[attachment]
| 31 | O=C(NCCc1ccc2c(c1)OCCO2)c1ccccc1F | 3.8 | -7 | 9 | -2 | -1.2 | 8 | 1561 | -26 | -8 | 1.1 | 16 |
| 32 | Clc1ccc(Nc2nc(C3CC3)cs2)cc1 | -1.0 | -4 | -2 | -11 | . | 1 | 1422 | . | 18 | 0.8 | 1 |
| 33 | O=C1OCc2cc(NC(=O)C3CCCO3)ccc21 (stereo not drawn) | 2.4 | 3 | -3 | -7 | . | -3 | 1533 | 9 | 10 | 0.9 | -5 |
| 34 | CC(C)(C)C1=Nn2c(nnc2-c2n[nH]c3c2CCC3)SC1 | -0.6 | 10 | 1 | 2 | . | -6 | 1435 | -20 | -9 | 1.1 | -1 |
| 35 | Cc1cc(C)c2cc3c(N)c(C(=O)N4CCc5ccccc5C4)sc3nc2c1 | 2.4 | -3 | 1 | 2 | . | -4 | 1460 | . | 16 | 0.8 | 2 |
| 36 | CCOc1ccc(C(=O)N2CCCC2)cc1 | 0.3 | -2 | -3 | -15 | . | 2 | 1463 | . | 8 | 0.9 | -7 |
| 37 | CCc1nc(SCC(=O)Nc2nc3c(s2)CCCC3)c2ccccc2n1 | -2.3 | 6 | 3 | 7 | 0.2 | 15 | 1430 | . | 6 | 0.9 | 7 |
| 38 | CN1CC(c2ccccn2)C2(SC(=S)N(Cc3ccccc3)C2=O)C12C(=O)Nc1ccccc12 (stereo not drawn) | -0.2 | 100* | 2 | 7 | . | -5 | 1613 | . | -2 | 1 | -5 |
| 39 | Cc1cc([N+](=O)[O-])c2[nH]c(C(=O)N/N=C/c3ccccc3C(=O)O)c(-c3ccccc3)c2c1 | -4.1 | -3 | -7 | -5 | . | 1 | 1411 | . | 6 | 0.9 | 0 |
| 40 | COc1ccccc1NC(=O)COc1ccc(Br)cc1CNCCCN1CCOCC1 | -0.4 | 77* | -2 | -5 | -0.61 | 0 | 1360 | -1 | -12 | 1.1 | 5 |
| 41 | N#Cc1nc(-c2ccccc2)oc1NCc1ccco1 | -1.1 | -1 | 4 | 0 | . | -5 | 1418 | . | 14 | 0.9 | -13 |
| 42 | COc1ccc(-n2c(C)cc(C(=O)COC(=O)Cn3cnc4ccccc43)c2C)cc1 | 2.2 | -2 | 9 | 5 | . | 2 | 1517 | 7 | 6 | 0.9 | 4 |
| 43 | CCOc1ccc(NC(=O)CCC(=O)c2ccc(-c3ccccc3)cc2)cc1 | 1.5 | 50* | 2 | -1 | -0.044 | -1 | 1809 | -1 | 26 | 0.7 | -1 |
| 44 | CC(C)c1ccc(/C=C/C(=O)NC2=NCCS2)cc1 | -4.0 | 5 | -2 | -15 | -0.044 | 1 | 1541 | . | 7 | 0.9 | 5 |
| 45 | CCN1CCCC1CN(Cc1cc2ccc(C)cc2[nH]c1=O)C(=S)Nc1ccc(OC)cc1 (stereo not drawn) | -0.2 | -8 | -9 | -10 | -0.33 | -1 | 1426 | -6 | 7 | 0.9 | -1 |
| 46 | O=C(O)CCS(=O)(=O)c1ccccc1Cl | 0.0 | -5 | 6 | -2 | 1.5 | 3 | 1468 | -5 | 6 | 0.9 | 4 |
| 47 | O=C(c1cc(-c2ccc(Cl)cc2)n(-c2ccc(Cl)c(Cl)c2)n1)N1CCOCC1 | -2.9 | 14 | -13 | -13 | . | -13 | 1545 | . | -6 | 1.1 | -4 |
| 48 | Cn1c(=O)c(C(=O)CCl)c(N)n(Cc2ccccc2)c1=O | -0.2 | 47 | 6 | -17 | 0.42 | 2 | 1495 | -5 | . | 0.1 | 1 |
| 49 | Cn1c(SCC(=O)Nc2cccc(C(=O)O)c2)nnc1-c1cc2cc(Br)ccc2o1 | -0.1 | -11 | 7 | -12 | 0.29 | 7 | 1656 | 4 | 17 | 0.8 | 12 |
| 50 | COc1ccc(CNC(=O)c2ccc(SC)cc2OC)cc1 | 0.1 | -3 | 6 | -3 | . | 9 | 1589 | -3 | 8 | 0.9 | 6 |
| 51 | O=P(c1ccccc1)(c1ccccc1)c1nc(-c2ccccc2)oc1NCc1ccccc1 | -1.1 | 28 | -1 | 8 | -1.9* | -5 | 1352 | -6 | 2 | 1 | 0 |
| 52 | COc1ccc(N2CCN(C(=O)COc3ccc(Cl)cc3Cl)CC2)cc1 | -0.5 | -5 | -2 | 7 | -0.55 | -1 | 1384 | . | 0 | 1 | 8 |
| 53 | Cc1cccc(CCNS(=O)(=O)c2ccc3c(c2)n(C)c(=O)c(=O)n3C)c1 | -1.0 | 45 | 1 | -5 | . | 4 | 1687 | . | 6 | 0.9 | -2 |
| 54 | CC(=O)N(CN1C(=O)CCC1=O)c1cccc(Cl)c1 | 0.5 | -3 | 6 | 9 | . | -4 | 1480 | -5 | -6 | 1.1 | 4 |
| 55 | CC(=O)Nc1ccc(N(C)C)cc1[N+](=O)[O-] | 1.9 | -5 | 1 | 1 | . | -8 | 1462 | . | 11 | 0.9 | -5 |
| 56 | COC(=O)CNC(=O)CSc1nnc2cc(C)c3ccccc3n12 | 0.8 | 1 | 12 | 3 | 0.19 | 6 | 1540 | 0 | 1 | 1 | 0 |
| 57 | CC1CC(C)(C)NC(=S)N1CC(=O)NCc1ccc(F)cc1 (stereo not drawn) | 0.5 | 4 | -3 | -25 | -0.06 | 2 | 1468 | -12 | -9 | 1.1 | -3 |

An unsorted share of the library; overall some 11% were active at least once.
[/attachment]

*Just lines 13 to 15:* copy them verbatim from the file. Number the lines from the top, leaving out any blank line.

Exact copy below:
| 43 | CCOc1ccc(NC(=O)CCC(=O)c2ccc(-c3ccccc3)cc2)cc1 | 1.5 | 50* | 2 | -1 | -0.044 | -1 | 1809 | -1 | 26 | 0.7 | -1 |
| 44 | CC(C)c1ccc(/C=C/C(=O)NC2=NCCS2)cc1 | -4.0 | 5 | -2 | -15 | -0.044 | 1 | 1541 | . | 7 | 0.9 | 5 |
| 45 | CCN1CCCC1CN(Cc1cc2ccc(C)cc2[nH]c1=O)C(=S)Nc1ccc(OC)cc1 (stereo not drawn) | -0.2 | -8 | -9 | -10 | -0.33 | -1 | 1426 | -6 | 7 | 0.9 | -1 |